Effective Writing Essay Sample
- Word count: 612
- Category: writings
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Effective Writing Essay Sample
Topic: The use of polygraph tests by law enforcement
Research Question: How accurate are polygraphs as tools for lie detection?
Polygraphs are unreliable and are not foolproof, therefore they should not be used by law enforcement as means for determining whether or not a person is telling the truth as well as be admitted as evidence in the court of law.
McCarthy, S. (2000, March 2). Passing the polygraph. Salon. Retrieved August 20, 2006, from http://archive.salon.com/health/feature/2000/03/02/ lie_detection/index.html
The article reveals that professional criminals are the ones most adept at deceiving polygraph devices (more commonly known as lie detectors) and how one can easily beat it with a little knowledge and training. Lie detectors are widely used by various parties especially in the United States. While many people believe in its reliability, evidence suggests that its accuracy and validity is dubious. This article supports this conjecture and shows that it is possible to “Beat the Man”.
Through the author’s research, she discovered that there are countless literature on how one can beat the lie detector–plenty of scientific as well as anecdotal examples were used to illustrate this point. In one study, it was revealed that the person’s responses to polygraphs can be “trained”, meaning one can easily pass the test with enough skill and experience. The author cites many instances from the book “A Tremor in the Blood” by David Lyken that reveal various circumvention techniques.
Also according to Lyken, test results often correspond to the person’s state of mind–if one believes he is innocent, that will be the likely result, regardless of whether or not that person committed a crime. This article would be very useful in supplying evidence for arguing my point on how polygraphs can be inaccurate and untrustworthy–using it as evidence on any case can have innocent people convicted and help the guilty ones get away scot-free–therefore it should not be used as a means for determining truth from lie, as well as be admitted as valid evidence in court.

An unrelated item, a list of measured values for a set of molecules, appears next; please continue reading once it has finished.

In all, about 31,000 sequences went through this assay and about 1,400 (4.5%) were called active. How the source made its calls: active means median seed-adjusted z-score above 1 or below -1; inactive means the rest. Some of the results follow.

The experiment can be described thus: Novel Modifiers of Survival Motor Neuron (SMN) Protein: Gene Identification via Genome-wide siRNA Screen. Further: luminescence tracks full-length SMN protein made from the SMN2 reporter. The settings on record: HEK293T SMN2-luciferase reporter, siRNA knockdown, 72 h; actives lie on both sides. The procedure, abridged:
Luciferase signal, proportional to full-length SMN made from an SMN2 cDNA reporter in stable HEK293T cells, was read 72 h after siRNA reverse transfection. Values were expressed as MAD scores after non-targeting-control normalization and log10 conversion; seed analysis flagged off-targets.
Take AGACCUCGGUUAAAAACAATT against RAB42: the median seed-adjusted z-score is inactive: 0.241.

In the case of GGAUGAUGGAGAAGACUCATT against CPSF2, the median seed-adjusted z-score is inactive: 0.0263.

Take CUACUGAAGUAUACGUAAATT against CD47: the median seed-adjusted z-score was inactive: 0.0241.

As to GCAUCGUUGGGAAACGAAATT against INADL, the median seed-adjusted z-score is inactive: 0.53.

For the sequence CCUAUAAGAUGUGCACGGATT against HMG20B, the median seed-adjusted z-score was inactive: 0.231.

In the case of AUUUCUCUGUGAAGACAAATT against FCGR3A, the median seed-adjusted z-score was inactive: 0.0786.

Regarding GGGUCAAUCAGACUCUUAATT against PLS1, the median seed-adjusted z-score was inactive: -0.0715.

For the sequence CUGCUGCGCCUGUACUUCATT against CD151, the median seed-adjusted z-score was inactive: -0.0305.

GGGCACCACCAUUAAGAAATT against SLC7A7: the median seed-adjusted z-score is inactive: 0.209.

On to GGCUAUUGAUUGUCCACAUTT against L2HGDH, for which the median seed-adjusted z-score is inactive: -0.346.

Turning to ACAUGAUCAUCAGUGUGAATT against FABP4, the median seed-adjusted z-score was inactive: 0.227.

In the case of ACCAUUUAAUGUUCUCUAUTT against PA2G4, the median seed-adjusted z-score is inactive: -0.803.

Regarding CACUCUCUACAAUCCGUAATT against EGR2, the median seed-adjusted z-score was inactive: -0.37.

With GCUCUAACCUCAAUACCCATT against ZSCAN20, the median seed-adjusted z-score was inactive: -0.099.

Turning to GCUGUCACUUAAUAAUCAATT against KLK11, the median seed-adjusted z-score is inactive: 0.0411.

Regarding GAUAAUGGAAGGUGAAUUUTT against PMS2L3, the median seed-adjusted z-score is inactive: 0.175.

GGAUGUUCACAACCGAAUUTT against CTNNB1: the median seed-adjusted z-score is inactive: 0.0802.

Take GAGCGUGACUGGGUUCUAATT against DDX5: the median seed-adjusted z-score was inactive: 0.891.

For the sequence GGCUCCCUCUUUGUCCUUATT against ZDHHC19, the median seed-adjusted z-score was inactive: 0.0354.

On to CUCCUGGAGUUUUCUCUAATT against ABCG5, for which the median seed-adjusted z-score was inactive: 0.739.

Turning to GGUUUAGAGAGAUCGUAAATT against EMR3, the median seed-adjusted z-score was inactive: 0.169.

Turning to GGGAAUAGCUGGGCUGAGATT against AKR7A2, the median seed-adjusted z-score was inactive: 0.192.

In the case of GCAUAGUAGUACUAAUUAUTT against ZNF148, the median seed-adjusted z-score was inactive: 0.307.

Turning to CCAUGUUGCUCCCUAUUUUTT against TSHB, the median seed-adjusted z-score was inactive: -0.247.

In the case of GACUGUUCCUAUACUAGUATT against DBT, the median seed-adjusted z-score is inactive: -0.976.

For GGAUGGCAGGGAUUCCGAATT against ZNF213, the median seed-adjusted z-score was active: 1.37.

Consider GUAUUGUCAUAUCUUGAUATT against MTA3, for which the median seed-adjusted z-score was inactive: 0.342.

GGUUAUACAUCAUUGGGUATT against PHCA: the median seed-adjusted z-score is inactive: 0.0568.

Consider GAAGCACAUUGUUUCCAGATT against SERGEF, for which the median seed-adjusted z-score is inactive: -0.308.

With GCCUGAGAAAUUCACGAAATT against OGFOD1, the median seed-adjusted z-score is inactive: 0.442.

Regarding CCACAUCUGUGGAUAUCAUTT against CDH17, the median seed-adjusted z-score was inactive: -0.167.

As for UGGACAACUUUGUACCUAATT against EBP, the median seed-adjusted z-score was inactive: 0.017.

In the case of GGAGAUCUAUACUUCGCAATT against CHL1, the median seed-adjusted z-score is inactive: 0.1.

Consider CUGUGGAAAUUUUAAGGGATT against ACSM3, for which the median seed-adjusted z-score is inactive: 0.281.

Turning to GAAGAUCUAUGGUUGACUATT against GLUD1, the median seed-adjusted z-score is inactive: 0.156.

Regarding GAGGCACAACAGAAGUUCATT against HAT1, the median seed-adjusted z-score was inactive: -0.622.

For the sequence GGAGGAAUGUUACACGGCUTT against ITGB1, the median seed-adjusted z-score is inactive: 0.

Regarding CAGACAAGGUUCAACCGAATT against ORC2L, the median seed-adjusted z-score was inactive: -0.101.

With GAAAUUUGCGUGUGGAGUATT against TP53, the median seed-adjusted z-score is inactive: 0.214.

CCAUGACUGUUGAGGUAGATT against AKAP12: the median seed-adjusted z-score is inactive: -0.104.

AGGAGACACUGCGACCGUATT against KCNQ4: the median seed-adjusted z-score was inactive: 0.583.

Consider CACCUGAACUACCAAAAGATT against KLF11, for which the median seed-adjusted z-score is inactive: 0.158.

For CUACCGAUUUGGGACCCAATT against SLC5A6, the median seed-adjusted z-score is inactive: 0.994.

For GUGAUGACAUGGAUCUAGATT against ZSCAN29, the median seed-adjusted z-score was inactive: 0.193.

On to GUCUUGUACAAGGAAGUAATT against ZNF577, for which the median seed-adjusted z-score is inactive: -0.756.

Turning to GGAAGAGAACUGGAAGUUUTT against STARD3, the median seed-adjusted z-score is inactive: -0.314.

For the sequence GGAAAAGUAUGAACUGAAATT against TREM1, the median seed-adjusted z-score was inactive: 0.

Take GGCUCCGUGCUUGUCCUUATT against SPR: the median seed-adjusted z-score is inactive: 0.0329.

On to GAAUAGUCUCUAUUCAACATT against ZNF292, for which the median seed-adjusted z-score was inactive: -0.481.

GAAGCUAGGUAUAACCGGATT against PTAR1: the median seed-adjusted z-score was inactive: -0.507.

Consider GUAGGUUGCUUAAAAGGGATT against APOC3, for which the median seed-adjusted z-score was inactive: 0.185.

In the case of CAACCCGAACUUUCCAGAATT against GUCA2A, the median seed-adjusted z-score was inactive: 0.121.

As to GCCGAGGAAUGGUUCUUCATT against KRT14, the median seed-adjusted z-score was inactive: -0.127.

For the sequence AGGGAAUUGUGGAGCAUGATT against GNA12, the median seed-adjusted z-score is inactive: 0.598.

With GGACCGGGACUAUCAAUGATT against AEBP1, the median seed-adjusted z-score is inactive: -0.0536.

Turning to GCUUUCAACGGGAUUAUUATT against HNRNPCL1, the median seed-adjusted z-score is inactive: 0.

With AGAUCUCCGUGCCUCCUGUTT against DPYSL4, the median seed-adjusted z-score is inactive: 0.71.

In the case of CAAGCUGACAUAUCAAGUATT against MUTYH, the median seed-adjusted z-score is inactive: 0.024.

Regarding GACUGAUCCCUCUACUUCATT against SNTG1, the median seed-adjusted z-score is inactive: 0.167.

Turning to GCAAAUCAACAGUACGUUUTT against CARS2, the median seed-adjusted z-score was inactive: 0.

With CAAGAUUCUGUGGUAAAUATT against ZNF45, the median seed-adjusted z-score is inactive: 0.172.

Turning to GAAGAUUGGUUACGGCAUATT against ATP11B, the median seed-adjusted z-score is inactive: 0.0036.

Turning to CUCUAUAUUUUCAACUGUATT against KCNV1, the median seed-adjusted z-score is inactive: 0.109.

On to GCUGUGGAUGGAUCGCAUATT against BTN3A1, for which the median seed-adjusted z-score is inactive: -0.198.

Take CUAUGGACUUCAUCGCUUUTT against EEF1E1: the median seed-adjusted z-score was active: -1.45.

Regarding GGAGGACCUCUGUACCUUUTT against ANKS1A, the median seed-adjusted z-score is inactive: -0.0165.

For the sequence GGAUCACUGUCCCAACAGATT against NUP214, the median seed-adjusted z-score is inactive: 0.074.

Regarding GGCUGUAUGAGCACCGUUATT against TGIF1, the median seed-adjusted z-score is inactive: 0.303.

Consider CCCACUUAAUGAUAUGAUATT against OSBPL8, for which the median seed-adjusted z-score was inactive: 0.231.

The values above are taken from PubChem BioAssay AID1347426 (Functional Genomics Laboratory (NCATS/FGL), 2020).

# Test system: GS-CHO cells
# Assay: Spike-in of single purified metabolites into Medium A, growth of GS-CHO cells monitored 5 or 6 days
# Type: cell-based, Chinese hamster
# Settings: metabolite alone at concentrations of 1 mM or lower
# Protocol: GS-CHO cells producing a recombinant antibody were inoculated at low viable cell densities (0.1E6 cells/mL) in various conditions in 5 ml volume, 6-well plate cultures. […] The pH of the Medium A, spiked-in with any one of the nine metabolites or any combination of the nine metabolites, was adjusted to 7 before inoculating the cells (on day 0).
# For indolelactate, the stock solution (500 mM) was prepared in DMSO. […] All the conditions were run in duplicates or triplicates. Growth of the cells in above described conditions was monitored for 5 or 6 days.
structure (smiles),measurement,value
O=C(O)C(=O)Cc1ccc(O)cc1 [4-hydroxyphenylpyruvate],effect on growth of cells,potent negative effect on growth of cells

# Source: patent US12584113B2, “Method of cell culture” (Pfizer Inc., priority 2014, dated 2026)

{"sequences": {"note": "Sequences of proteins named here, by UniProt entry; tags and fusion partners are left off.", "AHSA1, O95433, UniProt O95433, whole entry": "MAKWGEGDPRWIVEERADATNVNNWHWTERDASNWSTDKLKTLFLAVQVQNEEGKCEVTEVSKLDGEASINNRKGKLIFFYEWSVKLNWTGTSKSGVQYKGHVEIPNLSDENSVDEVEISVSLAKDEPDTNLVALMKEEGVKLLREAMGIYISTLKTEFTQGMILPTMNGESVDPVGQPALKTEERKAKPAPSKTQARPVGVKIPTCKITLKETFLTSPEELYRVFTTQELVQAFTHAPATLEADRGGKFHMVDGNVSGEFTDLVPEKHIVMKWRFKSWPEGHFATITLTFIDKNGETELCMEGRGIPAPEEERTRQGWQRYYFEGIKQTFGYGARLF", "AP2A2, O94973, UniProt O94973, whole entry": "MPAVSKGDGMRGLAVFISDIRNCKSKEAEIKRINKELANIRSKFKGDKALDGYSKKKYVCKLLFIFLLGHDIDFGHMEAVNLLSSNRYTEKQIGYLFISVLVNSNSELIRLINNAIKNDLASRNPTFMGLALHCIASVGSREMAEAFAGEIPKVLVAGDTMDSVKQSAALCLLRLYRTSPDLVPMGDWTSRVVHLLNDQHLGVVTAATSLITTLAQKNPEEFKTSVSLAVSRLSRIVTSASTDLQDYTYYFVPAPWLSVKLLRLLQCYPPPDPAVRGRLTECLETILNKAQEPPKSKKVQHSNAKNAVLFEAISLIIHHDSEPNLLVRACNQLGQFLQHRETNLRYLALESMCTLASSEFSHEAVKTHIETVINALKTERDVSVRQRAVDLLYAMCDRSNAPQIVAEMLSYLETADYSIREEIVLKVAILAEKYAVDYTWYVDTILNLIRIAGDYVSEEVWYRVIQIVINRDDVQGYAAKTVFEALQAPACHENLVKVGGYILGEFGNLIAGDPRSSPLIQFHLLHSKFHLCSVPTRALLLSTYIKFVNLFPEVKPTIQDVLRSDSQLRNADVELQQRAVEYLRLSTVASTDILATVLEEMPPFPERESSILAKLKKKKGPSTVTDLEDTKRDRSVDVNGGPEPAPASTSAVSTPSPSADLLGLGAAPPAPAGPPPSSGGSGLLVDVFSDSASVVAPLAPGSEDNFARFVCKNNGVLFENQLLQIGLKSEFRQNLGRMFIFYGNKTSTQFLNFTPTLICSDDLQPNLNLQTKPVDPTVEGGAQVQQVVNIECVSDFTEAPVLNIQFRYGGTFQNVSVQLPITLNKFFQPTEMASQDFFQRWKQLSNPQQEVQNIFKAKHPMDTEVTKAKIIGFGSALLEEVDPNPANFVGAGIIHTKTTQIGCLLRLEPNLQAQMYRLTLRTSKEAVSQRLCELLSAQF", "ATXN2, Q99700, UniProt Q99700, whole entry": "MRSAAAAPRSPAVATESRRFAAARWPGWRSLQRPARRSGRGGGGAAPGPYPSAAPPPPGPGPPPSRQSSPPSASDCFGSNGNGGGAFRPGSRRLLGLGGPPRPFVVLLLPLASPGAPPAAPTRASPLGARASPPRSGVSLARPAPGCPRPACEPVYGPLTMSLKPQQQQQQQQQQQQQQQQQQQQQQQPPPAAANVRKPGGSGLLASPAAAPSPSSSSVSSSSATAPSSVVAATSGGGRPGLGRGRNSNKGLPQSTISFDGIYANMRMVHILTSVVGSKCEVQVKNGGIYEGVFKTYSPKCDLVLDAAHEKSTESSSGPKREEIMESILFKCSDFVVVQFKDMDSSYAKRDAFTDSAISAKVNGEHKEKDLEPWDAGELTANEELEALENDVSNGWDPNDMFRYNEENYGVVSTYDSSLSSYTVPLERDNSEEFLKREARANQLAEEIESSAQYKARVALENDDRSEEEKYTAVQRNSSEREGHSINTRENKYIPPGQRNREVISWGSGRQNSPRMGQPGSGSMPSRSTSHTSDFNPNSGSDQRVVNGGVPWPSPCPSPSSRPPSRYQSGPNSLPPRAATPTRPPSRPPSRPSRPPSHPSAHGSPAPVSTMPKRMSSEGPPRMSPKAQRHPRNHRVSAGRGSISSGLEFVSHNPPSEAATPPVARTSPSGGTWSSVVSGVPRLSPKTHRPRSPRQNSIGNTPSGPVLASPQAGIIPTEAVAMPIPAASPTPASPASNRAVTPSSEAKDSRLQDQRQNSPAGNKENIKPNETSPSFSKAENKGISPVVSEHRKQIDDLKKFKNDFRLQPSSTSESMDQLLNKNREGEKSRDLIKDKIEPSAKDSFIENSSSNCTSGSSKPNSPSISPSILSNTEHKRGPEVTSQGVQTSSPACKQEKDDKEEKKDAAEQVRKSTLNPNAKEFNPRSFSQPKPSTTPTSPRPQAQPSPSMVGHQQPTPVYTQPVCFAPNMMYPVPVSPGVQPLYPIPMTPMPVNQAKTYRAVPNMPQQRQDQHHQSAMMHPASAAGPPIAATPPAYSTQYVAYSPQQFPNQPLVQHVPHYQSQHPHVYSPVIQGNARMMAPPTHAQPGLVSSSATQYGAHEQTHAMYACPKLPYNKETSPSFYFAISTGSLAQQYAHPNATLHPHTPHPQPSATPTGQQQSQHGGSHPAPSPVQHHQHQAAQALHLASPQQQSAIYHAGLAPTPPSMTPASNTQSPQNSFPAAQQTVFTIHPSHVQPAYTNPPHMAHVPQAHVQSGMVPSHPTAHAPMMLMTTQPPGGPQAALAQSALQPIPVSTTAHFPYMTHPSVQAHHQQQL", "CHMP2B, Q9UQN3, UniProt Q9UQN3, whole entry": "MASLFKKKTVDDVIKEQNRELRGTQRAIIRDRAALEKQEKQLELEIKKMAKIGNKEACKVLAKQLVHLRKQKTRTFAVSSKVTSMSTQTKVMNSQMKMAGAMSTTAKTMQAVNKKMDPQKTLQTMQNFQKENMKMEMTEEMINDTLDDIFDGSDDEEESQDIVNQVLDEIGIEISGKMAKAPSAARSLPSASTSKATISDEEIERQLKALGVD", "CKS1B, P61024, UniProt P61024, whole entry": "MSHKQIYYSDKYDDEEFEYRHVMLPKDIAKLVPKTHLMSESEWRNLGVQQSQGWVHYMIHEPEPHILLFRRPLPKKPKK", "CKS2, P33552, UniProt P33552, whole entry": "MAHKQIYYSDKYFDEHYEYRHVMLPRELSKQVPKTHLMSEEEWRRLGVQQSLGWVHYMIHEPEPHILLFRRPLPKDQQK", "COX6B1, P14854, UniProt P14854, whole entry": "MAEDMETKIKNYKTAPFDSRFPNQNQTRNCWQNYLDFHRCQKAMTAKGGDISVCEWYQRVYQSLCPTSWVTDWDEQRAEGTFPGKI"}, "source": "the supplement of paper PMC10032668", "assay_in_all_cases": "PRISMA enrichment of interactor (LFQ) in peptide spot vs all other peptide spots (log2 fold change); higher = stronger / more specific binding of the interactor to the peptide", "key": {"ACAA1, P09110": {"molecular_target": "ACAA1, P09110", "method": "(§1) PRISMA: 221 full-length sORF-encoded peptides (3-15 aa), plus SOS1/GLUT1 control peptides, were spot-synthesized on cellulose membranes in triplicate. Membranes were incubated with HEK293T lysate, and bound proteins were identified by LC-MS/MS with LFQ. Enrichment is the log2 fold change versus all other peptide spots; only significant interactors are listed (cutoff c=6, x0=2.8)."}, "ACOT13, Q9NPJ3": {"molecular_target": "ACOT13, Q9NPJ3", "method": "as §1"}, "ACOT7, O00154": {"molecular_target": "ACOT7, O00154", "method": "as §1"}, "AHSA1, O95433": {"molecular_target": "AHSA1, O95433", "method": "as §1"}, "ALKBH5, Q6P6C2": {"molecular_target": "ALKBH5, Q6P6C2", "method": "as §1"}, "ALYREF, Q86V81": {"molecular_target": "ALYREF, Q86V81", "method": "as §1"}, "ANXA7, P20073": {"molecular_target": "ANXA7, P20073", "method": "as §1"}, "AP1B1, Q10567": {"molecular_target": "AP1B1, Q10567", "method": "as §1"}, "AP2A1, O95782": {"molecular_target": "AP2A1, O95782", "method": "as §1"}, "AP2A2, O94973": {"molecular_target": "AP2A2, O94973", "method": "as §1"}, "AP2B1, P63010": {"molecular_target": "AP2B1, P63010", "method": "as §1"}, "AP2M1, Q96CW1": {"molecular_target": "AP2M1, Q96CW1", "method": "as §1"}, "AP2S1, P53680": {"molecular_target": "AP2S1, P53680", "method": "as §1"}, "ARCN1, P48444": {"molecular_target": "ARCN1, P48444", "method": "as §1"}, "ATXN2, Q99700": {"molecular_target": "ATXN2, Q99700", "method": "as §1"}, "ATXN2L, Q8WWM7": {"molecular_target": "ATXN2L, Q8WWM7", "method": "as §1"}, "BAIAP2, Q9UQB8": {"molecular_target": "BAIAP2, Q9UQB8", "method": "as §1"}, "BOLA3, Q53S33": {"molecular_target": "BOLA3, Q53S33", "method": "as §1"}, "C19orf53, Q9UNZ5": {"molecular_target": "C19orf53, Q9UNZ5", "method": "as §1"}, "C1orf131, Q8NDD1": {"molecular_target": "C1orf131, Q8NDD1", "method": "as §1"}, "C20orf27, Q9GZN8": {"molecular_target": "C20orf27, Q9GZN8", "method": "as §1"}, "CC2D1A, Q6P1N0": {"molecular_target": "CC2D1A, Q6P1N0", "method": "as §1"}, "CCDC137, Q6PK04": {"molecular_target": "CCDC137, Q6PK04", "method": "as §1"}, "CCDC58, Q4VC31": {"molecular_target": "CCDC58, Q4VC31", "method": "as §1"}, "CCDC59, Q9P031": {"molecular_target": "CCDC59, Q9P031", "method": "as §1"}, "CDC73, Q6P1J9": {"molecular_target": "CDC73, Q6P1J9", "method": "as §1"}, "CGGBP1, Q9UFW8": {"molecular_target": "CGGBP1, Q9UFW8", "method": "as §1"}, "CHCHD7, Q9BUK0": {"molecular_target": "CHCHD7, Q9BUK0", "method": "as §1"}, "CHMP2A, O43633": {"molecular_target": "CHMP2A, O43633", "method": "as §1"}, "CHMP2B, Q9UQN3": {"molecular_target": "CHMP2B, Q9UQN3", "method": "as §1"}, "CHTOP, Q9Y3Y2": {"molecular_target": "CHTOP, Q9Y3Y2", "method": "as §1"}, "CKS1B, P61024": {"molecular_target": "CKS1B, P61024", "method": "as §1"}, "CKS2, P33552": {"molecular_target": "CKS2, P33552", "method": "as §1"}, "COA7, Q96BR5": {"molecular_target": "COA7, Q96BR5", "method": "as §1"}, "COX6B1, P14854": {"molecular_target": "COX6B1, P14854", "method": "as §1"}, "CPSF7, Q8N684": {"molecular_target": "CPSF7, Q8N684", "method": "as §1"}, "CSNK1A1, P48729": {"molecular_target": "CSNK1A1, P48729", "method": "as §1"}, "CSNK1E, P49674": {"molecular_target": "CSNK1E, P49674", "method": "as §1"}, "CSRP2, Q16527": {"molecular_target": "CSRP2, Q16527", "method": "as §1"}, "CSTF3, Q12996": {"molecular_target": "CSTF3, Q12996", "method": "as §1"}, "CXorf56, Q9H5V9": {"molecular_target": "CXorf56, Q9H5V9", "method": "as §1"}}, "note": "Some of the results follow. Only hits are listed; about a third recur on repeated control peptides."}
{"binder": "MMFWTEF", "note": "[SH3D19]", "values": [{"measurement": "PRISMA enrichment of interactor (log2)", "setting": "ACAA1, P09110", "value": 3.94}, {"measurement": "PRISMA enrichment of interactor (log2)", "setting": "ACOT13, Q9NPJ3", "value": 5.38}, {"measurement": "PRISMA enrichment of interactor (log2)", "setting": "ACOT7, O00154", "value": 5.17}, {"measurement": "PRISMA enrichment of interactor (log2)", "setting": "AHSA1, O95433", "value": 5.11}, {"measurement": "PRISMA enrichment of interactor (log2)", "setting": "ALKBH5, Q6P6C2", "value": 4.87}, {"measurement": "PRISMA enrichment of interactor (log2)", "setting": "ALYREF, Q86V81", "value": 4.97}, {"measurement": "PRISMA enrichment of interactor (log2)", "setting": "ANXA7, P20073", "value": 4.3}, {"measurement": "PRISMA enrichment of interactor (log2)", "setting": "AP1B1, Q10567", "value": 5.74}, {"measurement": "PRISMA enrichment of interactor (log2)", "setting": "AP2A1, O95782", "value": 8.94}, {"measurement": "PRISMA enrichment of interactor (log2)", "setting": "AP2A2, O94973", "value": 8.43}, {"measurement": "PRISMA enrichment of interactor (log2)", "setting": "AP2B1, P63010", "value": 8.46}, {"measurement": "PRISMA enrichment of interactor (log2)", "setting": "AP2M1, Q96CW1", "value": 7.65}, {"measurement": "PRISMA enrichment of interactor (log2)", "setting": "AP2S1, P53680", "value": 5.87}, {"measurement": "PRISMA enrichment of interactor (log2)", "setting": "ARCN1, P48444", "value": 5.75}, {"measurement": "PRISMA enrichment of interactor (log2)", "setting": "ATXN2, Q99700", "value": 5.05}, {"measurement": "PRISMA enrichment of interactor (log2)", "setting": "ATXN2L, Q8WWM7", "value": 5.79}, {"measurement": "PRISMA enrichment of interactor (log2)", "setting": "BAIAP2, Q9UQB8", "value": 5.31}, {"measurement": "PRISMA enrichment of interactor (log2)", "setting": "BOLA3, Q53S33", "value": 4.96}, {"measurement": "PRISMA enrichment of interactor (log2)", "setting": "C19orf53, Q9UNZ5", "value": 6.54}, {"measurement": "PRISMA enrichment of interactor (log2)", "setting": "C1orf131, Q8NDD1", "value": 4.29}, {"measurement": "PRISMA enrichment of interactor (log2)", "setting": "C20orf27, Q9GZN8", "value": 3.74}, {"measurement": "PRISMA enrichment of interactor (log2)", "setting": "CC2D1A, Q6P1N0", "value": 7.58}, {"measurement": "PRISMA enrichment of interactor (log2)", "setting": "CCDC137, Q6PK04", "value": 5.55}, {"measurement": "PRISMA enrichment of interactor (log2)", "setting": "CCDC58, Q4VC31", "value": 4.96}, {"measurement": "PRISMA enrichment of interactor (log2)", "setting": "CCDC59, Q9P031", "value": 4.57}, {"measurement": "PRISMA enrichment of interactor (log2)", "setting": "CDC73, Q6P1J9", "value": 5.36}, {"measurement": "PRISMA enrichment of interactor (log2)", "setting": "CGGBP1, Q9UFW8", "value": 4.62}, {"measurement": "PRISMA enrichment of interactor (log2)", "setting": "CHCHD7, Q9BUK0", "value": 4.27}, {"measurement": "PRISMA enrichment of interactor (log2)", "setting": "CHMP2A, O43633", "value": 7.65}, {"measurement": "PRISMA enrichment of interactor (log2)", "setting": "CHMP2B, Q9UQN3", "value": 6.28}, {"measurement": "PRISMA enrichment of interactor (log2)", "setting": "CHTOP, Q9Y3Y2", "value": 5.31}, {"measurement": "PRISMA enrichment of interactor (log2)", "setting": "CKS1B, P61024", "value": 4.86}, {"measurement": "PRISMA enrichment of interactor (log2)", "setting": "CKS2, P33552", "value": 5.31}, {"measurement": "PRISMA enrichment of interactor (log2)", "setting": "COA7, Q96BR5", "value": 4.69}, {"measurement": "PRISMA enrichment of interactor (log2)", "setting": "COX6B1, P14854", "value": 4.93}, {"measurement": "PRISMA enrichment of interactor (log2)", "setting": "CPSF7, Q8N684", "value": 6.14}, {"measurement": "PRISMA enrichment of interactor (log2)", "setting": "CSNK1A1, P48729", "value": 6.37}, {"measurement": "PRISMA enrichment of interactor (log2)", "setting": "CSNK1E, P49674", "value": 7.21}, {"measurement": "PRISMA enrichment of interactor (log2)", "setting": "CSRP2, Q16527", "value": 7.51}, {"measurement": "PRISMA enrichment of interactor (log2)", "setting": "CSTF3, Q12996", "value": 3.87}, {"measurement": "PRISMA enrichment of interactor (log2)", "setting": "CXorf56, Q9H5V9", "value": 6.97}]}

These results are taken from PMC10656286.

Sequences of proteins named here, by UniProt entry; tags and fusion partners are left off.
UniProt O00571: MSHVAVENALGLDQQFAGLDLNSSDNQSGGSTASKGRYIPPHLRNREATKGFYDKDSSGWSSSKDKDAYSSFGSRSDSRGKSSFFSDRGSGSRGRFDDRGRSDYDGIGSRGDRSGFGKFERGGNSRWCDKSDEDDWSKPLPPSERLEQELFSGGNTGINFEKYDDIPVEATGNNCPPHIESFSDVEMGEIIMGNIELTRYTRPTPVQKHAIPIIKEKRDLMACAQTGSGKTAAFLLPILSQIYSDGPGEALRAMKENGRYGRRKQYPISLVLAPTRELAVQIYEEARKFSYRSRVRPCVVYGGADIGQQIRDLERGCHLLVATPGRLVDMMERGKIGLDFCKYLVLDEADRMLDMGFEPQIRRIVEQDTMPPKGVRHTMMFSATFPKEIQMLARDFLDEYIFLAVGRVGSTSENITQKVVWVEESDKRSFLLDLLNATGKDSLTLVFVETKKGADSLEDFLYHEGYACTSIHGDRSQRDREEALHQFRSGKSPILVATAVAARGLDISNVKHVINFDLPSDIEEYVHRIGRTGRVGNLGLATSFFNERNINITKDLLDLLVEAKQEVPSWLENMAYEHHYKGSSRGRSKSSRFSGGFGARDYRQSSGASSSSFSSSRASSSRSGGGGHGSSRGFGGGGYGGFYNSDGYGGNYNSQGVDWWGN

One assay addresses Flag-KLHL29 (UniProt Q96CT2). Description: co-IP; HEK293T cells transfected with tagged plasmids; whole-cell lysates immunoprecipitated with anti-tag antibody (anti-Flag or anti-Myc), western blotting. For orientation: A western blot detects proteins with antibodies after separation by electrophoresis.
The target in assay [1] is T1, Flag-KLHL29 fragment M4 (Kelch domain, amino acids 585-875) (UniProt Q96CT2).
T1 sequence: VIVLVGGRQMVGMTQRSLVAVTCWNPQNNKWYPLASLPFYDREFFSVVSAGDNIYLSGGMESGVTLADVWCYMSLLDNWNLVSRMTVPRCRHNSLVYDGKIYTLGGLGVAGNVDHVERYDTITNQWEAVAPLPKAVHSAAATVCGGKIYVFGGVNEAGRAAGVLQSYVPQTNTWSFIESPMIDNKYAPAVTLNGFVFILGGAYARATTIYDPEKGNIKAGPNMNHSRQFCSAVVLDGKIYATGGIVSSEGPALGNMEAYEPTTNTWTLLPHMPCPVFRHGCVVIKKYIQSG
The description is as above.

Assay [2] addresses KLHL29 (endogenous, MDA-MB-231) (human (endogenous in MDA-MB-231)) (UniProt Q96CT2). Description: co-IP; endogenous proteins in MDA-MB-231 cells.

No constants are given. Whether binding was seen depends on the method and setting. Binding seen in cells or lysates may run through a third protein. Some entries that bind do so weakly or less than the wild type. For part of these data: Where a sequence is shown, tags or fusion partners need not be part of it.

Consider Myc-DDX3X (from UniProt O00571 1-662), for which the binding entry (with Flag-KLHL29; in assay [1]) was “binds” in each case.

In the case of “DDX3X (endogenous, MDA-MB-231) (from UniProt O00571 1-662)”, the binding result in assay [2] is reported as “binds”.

Neil, B. (2005, January 25). Your Number Is Up When Trying to Lie. Evening Chronicle, p A22.
The article reports how polygraph or lie detector tests can be accurate gauges of a person’s honesty and discusses how this tool can be used for monitoring a convicted sex offender’s risk to the public. The author took a lie detector test herself to illustrate that lies could not escape the polygraph. However, this attempt falls short in proving the test’s infallibility, since it does not necessarily mean that all people who “lie” gets caught.
Shay Addison, the polygraph tester whom the author interviewed herself admitted that accuracy is not absolute–the degree of error, according to her, is about 10%. According to the author, the polygraph test helps in uncovering truth about certain aspects of a crime that an offender may be in denial about. It purportedly allows them “know the way offenders are thinking.” However, she does not cite any reliable source or research supporting polygraph use.
Post-interview responses in the polygraph test are discussed, in which many would confess what they have been holding back (although they would usually already be a fair idea of what is being held back by the offender)—this illustrates that other factors (such as pressure) leading to a perpetrator’s self-confession are the ones that help reveal the truth, rather the polygraph test per se. The article is mainly an exploration into the feasibility of the polygraph’s use as a compulsory test before releasing pedophiles, however it’s conjecture that polygraphs are decisive tools for discovering the truth is fallible and inaccurate